Maybe one day...

So, should I get the book so I can try out the crust recipe or not? Is it worth it otherwise?

RisaG

 

Joyce
October 20, 2004

Don't chicken out on making home-made pie crust - especially for apple pie! Oh my...the first one I made looked terrible but tasted great and they got better looking with practice.

 

maude
October 20, 2004

There's nothing like homemade pie crust. Can you imagine your grandma's various pies going storebought? That being said I haven't made homemade pie crust in about ten years, so this recipe will inspire me.

But I will say, once you learn, it's addictive and so easy. At one point I was making a pie almost every week, delighting that I could fill the crust with just about anything. Savory veggies, unusual fruit combos, it's endless. And those fabulous cinnamon sugar pie crust cookies you can make with the extra crust. Yum!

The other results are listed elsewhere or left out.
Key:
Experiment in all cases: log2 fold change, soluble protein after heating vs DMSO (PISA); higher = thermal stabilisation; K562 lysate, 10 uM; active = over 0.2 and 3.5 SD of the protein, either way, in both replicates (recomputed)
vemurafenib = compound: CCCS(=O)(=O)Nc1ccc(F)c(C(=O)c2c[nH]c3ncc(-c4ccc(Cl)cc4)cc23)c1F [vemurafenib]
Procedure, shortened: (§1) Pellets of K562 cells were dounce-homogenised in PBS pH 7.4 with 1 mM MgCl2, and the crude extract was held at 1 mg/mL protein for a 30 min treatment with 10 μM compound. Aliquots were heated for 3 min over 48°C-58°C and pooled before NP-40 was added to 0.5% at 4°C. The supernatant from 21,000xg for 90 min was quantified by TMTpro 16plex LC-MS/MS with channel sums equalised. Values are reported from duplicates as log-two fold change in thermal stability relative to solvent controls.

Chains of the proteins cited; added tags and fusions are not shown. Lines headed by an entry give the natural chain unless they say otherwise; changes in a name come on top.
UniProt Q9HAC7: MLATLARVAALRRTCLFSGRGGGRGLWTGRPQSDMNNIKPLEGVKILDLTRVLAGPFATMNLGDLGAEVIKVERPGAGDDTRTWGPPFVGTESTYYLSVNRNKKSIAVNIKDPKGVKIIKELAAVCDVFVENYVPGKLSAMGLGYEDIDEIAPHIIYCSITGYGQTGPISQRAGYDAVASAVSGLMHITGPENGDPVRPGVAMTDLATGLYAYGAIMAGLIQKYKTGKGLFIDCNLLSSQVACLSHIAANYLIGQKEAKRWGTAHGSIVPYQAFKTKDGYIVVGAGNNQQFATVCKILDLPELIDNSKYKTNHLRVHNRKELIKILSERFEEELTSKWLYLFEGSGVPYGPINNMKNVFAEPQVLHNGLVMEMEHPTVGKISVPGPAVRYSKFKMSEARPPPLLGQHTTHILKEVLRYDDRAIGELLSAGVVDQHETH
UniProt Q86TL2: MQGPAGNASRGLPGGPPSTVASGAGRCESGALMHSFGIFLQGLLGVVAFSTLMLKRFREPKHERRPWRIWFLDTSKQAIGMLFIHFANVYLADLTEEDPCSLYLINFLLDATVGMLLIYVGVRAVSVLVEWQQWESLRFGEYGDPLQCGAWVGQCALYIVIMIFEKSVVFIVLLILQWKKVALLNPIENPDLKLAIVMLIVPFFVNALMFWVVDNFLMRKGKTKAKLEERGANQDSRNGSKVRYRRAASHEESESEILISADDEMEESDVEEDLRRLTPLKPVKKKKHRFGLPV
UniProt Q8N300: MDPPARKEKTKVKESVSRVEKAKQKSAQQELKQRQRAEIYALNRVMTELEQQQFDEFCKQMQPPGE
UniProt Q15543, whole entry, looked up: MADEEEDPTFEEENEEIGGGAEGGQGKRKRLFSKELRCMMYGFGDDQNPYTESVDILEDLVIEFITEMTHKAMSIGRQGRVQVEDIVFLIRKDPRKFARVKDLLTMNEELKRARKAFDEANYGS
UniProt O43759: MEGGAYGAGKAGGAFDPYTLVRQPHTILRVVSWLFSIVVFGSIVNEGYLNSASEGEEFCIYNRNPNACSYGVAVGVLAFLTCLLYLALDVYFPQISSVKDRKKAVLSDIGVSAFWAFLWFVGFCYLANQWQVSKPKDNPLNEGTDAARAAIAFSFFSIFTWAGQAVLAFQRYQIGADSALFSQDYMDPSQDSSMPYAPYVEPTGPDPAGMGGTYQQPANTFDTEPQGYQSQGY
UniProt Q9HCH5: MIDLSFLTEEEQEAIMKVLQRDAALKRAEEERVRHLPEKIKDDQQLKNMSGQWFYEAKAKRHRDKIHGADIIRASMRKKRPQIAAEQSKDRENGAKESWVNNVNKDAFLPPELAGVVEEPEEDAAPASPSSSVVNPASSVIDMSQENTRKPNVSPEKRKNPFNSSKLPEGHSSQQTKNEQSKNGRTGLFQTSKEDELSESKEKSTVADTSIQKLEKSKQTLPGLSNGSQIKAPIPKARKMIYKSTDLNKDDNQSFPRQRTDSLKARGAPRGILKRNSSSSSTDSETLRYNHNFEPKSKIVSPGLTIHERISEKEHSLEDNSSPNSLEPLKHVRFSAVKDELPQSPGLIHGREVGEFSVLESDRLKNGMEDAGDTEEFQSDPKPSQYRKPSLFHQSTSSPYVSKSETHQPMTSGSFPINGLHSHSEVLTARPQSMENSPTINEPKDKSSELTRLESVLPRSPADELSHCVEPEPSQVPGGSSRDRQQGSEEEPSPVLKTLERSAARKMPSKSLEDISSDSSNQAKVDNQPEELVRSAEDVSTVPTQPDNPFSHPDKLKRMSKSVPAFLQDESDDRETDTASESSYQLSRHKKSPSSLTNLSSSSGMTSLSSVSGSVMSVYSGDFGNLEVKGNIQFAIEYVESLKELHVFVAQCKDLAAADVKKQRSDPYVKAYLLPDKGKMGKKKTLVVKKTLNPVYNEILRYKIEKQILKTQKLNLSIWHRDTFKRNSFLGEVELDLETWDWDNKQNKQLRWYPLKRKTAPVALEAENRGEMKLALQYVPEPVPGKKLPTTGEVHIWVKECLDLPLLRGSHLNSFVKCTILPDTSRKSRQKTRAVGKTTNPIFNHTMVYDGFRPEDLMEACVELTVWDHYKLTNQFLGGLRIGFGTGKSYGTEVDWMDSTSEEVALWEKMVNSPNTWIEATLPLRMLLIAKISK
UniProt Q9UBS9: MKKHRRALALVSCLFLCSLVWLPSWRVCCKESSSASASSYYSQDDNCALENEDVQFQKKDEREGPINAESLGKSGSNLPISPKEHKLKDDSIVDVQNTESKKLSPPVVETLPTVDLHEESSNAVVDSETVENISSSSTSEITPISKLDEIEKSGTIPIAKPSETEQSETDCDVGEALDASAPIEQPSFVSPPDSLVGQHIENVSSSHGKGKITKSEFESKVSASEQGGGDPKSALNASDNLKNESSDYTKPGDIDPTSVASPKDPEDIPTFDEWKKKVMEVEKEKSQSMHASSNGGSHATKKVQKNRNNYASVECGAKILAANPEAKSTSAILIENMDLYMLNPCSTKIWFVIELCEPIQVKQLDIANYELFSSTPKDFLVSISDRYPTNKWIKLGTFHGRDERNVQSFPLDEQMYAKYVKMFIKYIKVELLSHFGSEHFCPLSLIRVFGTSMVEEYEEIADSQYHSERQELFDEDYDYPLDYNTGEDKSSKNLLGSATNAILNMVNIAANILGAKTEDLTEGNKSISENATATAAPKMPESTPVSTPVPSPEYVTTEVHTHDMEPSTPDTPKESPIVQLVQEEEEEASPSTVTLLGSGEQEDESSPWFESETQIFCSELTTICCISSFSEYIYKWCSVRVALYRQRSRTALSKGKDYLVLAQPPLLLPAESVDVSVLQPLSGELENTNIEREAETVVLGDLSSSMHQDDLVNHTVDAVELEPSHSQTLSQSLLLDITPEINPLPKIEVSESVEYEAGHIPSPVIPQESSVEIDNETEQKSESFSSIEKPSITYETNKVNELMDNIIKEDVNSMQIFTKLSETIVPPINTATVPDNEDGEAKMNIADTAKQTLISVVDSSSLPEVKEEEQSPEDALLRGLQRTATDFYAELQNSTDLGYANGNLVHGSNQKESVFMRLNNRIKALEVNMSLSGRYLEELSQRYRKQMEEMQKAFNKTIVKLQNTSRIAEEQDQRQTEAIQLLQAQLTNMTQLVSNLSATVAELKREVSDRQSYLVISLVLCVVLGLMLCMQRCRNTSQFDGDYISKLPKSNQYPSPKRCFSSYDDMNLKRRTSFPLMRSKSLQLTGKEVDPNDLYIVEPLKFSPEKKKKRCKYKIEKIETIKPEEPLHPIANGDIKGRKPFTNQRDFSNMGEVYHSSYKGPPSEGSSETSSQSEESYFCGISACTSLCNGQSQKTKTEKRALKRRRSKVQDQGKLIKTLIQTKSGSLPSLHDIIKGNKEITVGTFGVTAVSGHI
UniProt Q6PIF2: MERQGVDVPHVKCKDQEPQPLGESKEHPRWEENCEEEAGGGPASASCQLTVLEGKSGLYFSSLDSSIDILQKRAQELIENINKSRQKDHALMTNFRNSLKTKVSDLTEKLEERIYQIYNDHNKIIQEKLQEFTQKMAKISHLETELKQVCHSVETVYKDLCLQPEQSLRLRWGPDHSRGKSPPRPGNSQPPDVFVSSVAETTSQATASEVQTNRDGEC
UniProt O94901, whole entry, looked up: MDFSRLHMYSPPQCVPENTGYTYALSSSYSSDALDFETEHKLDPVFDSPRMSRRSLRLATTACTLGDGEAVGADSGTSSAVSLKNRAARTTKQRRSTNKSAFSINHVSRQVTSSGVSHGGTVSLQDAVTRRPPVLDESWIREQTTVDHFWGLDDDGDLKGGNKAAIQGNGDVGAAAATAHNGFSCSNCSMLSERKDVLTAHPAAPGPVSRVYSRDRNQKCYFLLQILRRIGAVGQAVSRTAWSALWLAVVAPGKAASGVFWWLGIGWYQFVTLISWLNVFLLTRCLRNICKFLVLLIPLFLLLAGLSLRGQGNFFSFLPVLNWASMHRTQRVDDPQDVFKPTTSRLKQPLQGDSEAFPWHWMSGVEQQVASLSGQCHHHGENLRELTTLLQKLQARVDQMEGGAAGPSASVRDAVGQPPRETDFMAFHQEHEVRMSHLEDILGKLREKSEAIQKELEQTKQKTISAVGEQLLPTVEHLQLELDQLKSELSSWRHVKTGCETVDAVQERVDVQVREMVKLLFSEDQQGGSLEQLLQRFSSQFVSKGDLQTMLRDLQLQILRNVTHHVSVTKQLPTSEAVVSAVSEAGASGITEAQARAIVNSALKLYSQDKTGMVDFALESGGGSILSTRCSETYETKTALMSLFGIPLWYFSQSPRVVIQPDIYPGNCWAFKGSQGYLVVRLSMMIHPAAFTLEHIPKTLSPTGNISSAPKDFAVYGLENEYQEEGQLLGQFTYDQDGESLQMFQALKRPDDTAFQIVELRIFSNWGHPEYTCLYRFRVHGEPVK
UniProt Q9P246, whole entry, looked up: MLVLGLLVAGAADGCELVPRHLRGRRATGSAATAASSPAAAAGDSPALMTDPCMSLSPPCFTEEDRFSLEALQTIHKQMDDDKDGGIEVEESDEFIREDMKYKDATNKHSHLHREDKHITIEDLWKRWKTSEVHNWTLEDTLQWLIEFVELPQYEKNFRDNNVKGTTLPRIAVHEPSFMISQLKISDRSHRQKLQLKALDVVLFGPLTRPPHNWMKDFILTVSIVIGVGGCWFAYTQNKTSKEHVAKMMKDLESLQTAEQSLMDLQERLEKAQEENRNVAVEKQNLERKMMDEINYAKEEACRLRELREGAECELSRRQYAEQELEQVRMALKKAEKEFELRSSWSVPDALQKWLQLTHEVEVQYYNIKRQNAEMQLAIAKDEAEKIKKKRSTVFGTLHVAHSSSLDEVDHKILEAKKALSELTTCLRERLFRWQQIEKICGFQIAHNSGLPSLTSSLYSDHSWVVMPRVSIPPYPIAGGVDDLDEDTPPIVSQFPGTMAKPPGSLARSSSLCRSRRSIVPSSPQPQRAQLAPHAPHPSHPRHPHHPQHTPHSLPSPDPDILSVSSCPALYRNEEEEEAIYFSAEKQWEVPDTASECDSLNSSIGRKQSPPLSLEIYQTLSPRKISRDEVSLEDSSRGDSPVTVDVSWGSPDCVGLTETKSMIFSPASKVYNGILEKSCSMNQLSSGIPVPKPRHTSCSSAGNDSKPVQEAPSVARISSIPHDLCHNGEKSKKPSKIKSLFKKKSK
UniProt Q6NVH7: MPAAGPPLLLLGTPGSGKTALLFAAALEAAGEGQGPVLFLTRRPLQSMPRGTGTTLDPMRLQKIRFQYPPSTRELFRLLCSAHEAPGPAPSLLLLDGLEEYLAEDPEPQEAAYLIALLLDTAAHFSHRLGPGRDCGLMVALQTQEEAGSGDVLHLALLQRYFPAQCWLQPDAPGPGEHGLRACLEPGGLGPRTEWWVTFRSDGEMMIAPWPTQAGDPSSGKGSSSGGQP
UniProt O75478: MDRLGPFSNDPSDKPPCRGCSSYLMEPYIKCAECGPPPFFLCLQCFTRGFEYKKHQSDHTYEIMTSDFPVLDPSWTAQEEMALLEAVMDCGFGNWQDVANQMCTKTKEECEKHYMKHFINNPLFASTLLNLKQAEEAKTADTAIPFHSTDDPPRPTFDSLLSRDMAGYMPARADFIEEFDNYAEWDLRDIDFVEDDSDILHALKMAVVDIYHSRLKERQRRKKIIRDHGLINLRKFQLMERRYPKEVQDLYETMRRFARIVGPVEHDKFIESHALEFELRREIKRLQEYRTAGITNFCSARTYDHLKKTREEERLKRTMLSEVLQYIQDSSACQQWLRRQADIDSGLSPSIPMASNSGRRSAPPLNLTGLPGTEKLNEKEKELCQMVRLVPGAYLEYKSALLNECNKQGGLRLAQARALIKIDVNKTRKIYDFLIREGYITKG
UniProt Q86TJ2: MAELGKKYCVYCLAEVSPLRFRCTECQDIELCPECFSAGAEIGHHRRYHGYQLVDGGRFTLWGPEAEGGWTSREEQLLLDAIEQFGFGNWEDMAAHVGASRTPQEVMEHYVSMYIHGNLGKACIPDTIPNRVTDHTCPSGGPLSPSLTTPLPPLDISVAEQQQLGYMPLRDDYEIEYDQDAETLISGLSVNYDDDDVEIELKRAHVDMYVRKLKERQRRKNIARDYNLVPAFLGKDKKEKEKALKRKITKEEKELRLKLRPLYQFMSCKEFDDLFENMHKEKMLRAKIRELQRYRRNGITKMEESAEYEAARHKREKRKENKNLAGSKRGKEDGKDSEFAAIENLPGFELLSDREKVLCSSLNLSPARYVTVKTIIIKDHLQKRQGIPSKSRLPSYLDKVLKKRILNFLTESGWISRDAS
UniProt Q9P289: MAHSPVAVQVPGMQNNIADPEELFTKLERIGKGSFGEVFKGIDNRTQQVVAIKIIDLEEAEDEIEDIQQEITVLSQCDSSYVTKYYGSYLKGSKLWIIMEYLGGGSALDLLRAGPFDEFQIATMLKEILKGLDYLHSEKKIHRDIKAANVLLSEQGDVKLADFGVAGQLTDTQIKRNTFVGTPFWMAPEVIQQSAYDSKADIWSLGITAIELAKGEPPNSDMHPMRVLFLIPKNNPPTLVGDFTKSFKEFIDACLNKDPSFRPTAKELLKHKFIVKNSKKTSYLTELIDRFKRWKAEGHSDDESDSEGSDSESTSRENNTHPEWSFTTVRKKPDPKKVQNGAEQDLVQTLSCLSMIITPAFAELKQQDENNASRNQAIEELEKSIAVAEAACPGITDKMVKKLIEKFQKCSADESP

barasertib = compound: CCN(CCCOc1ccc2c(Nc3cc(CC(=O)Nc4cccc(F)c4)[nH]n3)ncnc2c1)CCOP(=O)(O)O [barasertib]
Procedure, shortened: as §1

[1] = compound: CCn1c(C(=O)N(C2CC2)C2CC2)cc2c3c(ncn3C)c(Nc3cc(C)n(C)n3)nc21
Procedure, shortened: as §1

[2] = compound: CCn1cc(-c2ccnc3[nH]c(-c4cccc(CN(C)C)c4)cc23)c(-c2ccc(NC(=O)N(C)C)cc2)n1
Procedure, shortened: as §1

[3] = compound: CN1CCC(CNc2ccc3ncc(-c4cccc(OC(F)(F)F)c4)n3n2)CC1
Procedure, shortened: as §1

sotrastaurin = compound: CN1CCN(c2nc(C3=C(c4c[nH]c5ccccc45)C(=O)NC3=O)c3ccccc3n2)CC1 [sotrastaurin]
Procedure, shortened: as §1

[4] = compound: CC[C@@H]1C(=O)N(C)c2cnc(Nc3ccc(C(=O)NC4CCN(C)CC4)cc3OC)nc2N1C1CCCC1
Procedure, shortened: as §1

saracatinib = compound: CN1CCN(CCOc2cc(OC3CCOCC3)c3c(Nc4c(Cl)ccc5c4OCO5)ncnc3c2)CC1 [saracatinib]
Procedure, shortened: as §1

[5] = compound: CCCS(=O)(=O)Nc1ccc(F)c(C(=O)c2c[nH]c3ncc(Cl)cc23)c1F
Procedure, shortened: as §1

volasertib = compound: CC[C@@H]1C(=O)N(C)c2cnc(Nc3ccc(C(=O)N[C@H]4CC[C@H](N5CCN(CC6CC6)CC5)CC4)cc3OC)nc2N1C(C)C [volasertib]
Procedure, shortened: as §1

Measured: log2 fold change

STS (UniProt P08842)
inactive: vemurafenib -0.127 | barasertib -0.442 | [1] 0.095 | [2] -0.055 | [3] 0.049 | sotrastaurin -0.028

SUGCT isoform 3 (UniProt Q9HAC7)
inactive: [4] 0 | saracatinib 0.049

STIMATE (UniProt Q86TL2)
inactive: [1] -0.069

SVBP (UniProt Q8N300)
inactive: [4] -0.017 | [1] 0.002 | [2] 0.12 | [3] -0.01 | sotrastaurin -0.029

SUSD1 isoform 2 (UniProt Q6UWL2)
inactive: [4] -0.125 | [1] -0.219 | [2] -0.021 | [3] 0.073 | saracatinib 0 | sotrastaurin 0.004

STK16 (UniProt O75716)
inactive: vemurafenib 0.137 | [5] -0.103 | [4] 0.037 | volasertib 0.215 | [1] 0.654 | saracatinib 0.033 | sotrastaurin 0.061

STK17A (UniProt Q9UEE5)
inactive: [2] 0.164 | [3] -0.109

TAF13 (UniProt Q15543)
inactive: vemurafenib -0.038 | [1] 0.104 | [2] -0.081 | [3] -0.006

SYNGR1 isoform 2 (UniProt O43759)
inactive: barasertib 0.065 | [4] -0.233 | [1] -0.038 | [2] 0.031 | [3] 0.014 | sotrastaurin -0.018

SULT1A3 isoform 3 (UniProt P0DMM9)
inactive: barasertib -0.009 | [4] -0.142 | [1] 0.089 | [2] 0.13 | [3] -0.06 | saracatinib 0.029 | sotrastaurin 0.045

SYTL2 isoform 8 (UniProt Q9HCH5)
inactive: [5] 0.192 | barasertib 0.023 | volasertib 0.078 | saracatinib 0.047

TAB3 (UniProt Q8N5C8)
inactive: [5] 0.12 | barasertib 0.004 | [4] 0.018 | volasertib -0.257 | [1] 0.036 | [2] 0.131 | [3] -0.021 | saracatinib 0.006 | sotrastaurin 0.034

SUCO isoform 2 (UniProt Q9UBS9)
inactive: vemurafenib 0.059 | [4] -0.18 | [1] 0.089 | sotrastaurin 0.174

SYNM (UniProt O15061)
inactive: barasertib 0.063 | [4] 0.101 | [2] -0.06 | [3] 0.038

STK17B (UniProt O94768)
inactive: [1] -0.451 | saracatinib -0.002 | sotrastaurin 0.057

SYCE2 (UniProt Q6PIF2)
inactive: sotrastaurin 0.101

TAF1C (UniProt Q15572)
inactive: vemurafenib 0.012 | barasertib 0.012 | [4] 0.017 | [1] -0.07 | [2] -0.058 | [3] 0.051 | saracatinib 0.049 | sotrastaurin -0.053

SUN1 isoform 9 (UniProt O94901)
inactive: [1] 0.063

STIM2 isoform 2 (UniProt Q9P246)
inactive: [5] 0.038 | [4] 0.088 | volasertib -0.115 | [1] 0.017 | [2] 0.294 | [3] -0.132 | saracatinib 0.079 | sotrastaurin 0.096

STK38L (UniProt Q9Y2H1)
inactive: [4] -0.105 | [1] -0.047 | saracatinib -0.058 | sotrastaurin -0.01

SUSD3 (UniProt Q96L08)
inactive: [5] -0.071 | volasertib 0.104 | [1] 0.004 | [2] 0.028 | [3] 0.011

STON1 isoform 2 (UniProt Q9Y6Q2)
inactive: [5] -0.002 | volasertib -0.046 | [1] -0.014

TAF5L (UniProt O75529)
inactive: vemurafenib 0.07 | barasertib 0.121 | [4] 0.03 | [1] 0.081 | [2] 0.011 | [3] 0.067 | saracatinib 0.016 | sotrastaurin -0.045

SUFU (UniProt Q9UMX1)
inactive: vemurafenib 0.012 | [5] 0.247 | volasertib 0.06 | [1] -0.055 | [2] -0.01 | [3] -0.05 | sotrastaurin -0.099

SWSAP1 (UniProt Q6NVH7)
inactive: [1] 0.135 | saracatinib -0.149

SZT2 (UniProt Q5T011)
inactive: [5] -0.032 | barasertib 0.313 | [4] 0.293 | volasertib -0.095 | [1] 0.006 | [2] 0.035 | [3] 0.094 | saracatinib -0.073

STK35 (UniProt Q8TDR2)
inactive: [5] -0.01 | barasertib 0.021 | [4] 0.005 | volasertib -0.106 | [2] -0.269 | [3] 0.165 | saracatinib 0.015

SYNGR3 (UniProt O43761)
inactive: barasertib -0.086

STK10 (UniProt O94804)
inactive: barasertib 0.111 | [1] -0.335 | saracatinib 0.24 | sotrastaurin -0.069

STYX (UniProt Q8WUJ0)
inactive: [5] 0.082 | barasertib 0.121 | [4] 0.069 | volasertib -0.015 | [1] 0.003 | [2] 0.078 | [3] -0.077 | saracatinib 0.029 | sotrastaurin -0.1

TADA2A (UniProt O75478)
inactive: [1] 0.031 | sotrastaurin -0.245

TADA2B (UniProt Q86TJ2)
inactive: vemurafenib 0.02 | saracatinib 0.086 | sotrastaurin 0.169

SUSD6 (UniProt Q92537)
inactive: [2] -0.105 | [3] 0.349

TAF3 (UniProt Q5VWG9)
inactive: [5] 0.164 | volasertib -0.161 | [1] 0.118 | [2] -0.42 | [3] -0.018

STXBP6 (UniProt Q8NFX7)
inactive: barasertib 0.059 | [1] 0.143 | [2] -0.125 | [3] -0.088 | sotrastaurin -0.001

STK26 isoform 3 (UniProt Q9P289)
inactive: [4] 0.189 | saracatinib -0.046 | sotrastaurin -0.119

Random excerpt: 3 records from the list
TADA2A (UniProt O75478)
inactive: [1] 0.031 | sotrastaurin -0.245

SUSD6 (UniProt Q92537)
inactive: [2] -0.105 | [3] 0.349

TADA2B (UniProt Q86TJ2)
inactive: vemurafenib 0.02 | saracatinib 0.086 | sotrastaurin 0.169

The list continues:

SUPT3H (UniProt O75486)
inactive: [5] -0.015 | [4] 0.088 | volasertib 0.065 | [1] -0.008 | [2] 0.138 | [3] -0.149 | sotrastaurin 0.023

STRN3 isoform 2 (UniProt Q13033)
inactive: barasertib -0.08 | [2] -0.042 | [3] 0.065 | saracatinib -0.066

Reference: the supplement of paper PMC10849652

Heidi
October 20, 2004

RisaG,

If you are just after this one recipe, then I wouldn't necessarily go out and buy this huge book (although it isn't unlike me to buy a book for one great recipe).....There is a link to the pie crust up at the top of the page (just added). Sorry about the oversight. It is a delicious pie, the contrasting apples make a huge difference.

I should have said it before, the taste of a homemade crust is exponentially better than anything I've tried out of the freezer section -- but I realize that some people are just flat-out too intimidated to dive into the pie crust portion of a recipe like this, both on the time commitment side, as well as technique....and they shouldn't miss out on making pies at home. Babysteps. I vote for nailing the fillings you like and then moving on to conquering the crust.